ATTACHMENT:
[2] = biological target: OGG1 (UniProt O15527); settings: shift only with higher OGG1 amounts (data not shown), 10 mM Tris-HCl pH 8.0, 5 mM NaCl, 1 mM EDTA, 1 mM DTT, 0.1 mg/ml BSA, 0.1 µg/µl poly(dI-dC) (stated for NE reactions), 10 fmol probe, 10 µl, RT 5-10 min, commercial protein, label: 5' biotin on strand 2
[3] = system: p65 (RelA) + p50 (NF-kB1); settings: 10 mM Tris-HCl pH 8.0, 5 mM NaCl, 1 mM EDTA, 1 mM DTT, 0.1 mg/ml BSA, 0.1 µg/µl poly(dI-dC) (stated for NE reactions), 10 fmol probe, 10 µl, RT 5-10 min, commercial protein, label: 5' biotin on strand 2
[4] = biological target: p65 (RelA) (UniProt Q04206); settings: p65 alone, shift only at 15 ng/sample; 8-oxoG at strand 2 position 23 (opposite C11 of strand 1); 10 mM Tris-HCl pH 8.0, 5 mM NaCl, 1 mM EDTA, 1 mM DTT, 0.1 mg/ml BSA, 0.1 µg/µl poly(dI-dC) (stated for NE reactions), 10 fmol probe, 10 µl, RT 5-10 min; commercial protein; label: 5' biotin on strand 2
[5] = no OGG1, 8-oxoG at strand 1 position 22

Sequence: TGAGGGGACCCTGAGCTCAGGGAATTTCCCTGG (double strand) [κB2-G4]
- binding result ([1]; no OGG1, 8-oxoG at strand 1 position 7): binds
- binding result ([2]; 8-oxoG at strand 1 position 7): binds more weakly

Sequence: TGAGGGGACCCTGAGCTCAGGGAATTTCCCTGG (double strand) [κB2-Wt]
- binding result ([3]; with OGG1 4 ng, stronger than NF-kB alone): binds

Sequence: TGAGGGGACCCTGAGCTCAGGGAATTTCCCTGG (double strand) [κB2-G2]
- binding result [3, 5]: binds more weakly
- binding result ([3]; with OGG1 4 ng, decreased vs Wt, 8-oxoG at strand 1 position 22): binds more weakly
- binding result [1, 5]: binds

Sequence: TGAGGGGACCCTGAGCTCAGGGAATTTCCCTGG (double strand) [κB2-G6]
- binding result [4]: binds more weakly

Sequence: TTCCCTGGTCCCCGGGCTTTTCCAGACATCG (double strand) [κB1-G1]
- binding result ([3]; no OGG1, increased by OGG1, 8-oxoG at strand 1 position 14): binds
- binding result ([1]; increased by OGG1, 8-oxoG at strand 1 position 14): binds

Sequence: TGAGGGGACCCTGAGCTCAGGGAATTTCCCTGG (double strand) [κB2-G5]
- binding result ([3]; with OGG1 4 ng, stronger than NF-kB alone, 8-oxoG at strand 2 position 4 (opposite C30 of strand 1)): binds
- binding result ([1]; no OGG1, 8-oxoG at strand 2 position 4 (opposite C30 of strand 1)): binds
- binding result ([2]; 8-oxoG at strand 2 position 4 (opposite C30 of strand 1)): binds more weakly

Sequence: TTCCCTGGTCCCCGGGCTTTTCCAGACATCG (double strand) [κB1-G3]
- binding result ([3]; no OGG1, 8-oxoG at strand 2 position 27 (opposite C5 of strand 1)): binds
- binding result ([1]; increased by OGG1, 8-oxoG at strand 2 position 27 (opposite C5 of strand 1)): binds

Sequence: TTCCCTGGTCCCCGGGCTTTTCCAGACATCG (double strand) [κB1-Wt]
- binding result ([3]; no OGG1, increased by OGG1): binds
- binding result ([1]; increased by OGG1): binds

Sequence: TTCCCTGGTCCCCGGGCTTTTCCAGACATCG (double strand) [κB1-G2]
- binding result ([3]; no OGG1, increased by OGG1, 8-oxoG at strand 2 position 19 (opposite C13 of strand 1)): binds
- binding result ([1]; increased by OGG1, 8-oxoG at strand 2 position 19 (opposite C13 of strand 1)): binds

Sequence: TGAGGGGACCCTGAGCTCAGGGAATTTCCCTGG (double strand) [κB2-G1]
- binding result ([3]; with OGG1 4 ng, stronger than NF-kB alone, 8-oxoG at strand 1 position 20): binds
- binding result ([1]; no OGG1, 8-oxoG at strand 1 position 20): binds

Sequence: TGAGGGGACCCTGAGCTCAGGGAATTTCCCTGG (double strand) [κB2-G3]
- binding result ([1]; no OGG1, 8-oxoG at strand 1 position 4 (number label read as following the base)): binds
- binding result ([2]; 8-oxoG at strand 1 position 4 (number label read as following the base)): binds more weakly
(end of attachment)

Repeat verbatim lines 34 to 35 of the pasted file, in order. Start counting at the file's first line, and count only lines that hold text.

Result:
- binding result ([1]; no OGG1, 8-oxoG at strand 1 position 20): binds

Sequence: TGAGGGGACCCTGAGCTCAGGGAATTTCCCTGG (double strand) [κB2-G3]